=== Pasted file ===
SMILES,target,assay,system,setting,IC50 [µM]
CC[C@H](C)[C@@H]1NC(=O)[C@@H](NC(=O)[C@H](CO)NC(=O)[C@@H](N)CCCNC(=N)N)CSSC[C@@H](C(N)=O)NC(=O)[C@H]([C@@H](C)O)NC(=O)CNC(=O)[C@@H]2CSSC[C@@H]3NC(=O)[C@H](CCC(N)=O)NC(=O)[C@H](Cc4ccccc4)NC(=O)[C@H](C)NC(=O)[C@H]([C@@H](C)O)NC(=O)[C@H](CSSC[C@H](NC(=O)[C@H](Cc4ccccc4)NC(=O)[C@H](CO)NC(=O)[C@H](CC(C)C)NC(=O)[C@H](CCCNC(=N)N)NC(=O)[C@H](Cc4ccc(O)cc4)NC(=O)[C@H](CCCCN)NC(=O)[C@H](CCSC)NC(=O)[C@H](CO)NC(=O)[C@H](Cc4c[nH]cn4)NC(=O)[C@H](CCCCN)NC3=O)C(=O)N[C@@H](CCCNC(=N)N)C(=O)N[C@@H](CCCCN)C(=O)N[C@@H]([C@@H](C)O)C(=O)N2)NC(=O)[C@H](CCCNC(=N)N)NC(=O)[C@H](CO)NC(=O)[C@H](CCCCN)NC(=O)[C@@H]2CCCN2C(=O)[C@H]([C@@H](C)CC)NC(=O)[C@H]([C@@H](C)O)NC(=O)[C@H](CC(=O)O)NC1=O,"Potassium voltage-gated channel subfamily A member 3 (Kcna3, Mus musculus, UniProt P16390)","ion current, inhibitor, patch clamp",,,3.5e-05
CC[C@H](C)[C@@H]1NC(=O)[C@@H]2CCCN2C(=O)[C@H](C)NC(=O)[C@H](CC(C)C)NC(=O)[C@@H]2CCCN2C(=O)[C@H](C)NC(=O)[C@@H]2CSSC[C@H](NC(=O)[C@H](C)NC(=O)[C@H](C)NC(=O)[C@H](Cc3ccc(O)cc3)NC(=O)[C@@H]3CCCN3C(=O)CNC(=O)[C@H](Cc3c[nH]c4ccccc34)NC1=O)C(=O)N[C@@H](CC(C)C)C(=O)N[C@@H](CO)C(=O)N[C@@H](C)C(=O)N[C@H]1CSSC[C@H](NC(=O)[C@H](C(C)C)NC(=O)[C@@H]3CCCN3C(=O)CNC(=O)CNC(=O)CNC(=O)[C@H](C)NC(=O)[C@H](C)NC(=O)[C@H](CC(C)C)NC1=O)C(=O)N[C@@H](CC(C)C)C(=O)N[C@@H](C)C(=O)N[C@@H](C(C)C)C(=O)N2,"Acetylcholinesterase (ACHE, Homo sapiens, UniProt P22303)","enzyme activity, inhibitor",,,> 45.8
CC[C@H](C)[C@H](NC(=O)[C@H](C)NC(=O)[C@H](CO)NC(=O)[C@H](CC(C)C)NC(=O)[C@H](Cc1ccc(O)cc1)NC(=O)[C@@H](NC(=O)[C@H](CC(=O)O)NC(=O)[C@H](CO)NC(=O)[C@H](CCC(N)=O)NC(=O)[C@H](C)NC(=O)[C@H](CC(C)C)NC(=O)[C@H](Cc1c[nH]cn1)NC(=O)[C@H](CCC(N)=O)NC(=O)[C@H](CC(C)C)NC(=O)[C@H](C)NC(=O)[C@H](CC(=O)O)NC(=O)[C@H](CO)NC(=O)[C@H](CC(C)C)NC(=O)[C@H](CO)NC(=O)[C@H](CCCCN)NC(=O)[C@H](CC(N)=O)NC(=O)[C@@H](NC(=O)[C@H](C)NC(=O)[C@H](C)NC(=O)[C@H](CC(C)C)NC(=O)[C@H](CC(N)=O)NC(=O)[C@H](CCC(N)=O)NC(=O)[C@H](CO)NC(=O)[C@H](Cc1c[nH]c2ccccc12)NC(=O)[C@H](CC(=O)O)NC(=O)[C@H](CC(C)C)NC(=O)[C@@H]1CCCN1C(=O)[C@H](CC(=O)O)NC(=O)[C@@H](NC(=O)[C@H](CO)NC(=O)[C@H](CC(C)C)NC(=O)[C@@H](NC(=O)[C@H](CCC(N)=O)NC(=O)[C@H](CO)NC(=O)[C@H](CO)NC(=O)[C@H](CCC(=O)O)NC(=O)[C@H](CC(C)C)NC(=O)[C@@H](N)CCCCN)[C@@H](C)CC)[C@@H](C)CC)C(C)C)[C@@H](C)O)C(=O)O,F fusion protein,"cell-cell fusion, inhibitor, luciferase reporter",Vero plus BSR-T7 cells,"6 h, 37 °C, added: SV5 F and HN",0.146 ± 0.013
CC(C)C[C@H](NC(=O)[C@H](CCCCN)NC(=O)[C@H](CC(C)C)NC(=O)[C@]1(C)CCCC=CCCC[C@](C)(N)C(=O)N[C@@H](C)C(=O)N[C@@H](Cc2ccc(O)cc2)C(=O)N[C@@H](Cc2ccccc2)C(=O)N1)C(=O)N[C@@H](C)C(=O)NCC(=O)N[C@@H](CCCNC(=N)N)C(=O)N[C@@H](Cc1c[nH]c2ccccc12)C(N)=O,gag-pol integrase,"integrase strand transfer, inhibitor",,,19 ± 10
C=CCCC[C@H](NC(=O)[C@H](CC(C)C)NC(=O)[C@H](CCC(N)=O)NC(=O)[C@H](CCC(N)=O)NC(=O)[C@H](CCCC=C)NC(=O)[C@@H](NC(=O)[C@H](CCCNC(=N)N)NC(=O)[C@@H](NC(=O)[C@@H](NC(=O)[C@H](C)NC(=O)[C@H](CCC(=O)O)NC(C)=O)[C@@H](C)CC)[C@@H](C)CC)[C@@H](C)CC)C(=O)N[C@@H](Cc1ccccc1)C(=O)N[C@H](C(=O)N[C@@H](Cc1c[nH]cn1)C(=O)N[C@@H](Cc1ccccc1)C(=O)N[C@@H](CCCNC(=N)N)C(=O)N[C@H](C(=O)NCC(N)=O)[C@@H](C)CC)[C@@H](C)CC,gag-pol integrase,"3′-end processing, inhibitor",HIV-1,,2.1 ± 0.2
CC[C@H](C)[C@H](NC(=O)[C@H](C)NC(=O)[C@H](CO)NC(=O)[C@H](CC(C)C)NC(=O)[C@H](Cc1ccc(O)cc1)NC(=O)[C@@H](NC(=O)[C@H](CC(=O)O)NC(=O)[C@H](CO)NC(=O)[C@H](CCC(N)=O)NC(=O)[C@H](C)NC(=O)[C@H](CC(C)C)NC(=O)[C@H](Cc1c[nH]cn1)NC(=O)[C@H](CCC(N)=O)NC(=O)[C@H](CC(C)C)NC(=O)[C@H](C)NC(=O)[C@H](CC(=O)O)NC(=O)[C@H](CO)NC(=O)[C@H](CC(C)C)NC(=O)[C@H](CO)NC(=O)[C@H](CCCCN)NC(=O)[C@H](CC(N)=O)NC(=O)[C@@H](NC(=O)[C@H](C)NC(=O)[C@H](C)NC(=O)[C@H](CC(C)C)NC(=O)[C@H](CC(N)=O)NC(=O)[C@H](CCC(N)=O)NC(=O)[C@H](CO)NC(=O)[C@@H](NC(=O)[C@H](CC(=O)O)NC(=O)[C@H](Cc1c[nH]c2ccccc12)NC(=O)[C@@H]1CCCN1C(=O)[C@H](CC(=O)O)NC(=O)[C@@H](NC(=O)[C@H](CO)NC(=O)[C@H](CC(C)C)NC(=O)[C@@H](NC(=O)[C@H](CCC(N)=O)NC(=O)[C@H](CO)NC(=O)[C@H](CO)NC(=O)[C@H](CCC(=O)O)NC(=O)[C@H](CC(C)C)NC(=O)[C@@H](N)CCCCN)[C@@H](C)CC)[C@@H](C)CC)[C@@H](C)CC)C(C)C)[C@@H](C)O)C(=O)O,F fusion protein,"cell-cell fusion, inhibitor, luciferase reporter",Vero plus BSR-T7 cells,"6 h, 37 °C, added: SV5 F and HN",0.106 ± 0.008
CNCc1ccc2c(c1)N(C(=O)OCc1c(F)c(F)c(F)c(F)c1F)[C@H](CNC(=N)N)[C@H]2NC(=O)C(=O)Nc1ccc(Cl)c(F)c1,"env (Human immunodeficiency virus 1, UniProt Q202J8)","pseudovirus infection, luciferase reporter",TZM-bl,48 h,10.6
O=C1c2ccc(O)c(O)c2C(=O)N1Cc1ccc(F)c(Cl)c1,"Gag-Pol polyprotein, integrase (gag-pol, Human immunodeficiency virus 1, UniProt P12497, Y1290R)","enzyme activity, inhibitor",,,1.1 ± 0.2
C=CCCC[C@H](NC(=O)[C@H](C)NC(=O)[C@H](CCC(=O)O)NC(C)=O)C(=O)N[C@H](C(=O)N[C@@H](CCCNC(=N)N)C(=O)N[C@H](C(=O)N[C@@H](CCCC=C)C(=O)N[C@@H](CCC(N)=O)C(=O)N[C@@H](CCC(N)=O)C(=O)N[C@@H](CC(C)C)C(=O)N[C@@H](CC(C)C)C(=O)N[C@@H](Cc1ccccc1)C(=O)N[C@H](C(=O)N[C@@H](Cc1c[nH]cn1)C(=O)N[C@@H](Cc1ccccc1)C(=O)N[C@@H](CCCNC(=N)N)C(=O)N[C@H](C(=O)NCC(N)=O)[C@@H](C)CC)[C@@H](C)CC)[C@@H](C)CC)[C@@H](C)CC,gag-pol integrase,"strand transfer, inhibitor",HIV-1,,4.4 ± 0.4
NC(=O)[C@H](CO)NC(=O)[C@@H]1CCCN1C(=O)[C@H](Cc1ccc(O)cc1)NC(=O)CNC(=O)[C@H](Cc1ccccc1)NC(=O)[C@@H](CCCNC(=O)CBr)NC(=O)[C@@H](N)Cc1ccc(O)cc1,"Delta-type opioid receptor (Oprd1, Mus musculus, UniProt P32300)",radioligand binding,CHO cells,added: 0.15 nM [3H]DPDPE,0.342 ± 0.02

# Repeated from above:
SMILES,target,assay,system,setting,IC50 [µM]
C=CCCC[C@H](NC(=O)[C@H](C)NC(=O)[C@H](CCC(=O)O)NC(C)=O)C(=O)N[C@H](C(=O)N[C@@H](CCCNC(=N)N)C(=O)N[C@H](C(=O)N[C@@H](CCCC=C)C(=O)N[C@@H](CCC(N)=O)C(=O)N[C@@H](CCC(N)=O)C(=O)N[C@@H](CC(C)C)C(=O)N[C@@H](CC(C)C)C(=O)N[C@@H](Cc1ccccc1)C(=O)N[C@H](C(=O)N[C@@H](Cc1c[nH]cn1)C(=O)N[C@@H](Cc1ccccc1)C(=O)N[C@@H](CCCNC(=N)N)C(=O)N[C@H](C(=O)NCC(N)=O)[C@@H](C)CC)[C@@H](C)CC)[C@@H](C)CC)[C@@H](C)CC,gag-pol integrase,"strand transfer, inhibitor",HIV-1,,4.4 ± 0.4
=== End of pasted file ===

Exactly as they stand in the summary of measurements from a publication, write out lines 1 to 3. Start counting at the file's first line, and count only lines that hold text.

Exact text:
SMILES,target,assay,system,setting,IC50 [µM]
CC[C@H](C)[C@@H]1NC(=O)[C@@H](NC(=O)[C@H](CO)NC(=O)[C@@H](N)CCCNC(=N)N)CSSC[C@@H](C(N)=O)NC(=O)[C@H]([C@@H](C)O)NC(=O)CNC(=O)[C@@H]2CSSC[C@@H]3NC(=O)[C@H](CCC(N)=O)NC(=O)[C@H](Cc4ccccc4)NC(=O)[C@H](C)NC(=O)[C@H]([C@@H](C)O)NC(=O)[C@H](CSSC[C@H](NC(=O)[C@H](Cc4ccccc4)NC(=O)[C@H](CO)NC(=O)[C@H](CC(C)C)NC(=O)[C@H](CCCNC(=N)N)NC(=O)[C@H](Cc4ccc(O)cc4)NC(=O)[C@H](CCCCN)NC(=O)[C@H](CCSC)NC(=O)[C@H](CO)NC(=O)[C@H](Cc4c[nH]cn4)NC(=O)[C@H](CCCCN)NC3=O)C(=O)N[C@@H](CCCNC(=N)N)C(=O)N[C@@H](CCCCN)C(=O)N[C@@H]([C@@H](C)O)C(=O)N2)NC(=O)[C@H](CCCNC(=N)N)NC(=O)[C@H](CO)NC(=O)[C@H](CCCCN)NC(=O)[C@@H]2CCCN2C(=O)[C@H]([C@@H](C)CC)NC(=O)[C@H]([C@@H](C)O)NC(=O)[C@H](CC(=O)O)NC1=O,"Potassium voltage-gated channel subfamily A member 3 (Kcna3, Mus musculus, UniProt P16390)","ion current, inhibitor, patch clamp",,,3.5e-05
CC[C@H](C)[C@@H]1NC(=O)[C@@H]2CCCN2C(=O)[C@H](C)NC(=O)[C@H](CC(C)C)NC(=O)[C@@H]2CCCN2C(=O)[C@H](C)NC(=O)[C@@H]2CSSC[C@H](NC(=O)[C@H](C)NC(=O)[C@H](C)NC(=O)[C@H](Cc3ccc(O)cc3)NC(=O)[C@@H]3CCCN3C(=O)CNC(=O)[C@H](Cc3c[nH]c4ccccc34)NC1=O)C(=O)N[C@@H](CC(C)C)C(=O)N[C@@H](CO)C(=O)N[C@@H](C)C(=O)N[C@H]1CSSC[C@H](NC(=O)[C@H](C(C)C)NC(=O)[C@@H]3CCCN3C(=O)CNC(=O)CNC(=O)CNC(=O)[C@H](C)NC(=O)[C@H](C)NC(=O)[C@H](CC(C)C)NC1=O)C(=O)N[C@@H](CC(C)C)C(=O)N[C@@H](C)C(=O)N[C@@H](C(C)C)C(=O)N2,"Acetylcholinesterase (ACHE, Homo sapiens, UniProt P22303)","enzyme activity, inhibitor",,,> 45.8